Public option is a term most Americans are likely to associate with health care. In policy circles, the idea of providing Americans with the option to enroll in a government sponsored insurance plan rather than private insurance has been debated for decades.

Ganesh Sitaraman and Anne Alstott, however, argue in their new book, "The Public Option: How to Expand Freedom, Increase Opportunity, and Promote Equality," that a public option could be beneficial in areas like banking, early childhood education and housing.

Though the pitch of a public option may seem like a new way of thinking about structuring the economy, Sitaraman said that public options are already a fixture of American life.

"If you think about it, we have public swimming pools and some people have private swimming pools in their backyard. We have public libraries, and here in Boston [colleges and universities] have private libraries, and you can buy books and have a private library in your own house," Sitaraman said during an interview with Boston Public Radio. “We have these all throughout our society, and we think they could apply in a lot of other areas beyond just health care."

One field the book focuses on is retirement. As the baby boomer generation progressively becomes eligible for social security, there is a growing concern that the program won’t be able to sustain the amount of new enrollees. In April, a government report projected that the social security program will only be able to make payouts at its current rates for another 15 years, before its assets are depleted and mandatory 20 percent cuts for retirees will take place.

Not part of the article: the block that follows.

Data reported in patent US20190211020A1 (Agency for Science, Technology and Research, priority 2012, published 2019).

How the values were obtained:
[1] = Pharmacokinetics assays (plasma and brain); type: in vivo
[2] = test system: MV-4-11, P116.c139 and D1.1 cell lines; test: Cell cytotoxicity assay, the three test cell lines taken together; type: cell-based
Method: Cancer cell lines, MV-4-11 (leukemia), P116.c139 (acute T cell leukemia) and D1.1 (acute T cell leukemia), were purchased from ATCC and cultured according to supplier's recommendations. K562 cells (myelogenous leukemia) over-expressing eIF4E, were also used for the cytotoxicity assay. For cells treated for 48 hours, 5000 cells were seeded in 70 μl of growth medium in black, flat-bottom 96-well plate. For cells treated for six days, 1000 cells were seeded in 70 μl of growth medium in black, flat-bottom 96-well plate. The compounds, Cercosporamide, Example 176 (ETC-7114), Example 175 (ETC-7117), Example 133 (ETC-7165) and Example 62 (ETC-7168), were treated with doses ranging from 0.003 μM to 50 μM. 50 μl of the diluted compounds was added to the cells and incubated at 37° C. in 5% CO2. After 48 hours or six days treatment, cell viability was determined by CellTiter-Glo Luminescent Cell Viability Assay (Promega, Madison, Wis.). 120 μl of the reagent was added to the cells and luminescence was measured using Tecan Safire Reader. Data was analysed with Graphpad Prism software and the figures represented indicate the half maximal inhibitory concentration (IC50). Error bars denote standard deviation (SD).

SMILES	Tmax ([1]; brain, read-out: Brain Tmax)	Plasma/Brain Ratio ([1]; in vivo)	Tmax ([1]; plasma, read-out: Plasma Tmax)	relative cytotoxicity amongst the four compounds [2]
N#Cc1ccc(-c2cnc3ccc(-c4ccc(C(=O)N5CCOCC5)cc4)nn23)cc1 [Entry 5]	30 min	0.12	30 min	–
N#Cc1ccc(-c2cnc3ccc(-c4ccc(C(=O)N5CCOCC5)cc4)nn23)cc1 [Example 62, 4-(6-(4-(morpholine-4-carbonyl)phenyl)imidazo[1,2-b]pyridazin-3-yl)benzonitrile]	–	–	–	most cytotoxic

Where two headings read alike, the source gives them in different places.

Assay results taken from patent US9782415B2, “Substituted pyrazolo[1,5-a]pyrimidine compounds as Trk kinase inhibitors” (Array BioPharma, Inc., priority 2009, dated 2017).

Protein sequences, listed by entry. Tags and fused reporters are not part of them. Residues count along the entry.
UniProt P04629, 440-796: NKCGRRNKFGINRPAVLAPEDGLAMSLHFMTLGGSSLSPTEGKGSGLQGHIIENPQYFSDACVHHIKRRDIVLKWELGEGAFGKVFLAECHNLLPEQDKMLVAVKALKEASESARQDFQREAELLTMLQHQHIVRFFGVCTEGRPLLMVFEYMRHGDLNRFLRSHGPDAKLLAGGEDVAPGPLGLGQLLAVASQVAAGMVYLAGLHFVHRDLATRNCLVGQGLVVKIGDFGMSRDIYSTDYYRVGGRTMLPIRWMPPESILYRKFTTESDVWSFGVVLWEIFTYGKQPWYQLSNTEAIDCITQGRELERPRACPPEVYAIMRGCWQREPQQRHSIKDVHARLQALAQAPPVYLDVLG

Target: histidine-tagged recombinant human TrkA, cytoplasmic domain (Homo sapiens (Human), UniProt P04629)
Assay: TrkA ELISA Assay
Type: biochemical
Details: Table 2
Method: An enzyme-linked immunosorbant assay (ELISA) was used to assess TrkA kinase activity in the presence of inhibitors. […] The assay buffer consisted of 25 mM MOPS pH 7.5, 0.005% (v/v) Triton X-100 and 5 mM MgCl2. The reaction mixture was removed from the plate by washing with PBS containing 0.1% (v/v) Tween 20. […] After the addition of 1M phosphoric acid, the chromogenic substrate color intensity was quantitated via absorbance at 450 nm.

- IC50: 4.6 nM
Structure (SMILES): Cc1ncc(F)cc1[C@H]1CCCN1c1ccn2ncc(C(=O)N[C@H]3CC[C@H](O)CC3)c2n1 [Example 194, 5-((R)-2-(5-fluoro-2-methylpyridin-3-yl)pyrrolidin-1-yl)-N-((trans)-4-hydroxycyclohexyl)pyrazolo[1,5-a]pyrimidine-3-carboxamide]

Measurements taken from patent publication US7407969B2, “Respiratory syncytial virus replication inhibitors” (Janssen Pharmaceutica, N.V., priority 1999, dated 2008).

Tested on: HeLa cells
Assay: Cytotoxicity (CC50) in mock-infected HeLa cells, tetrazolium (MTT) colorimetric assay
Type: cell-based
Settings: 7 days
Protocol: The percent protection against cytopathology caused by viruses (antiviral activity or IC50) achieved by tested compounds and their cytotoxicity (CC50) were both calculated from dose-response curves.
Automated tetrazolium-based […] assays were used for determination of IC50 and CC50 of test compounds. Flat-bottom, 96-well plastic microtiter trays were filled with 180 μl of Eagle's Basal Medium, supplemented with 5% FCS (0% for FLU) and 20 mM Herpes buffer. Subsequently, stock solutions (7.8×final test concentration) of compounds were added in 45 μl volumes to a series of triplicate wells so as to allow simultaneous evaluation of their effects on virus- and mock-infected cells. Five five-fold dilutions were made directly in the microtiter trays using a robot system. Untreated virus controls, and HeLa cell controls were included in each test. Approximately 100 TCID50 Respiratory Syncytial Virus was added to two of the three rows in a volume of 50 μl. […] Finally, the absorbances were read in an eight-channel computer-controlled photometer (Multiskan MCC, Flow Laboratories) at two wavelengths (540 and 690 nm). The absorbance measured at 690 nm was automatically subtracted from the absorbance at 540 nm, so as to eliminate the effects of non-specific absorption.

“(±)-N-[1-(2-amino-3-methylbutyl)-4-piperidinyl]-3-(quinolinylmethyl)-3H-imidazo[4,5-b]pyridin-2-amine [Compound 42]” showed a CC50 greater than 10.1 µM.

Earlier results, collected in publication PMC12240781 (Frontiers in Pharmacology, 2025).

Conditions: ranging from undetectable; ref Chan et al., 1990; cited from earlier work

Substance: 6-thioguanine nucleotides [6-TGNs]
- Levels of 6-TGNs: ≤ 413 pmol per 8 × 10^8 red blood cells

Rather than force future retirees into the same position, Alstott argues it makes more economic sense to allow citizens to opt into a low-cost national retirement fund that then supplements social security benefits. The precedent to do so, Alstott said, already exists within the government. She said that the government already allows federal employees to enroll in a defined contribution plan called the Thrifts Savings Plan; all the government needs to do is open the program to all citizens.

“[Our book] is about taking that idea of the public option, which has been associated with health care, and saying to people, ‘It’s actually all around you,’” Alstott said.

Government funding for various programs, however, has been a contentious issue in Washington. For decades, prominent conservatives like former Rep. Paul Ryan, Grover Norquist and current interim White House Chief of Staff Mick Mulvaney vigorously fought government funding for any program except for the military. But Sitaraman says the era of fiscal budget hawks is coming to an end.

“I think the broader problem is basically for a generation, people have not wanted to invest in public options generally,” Sitaraman said. “The trend has been to privatize everything, to push things out of government. And the result ... is, how well did that 30 years do for us of privatizing everything?”

Sitaraman is currently Chancellor’s Faculty Fellow, Professor of Law, and Director of the Program on Law and Government at Vanderbilt Law School. Alstott is the Jacquin D. Bierman Professor at the Yale Law School. She holds a courtesy appointment as Professor, Yale Child Study Center, and is a Faculty Affiliate at the Yale Institution for Social and Policy Studies.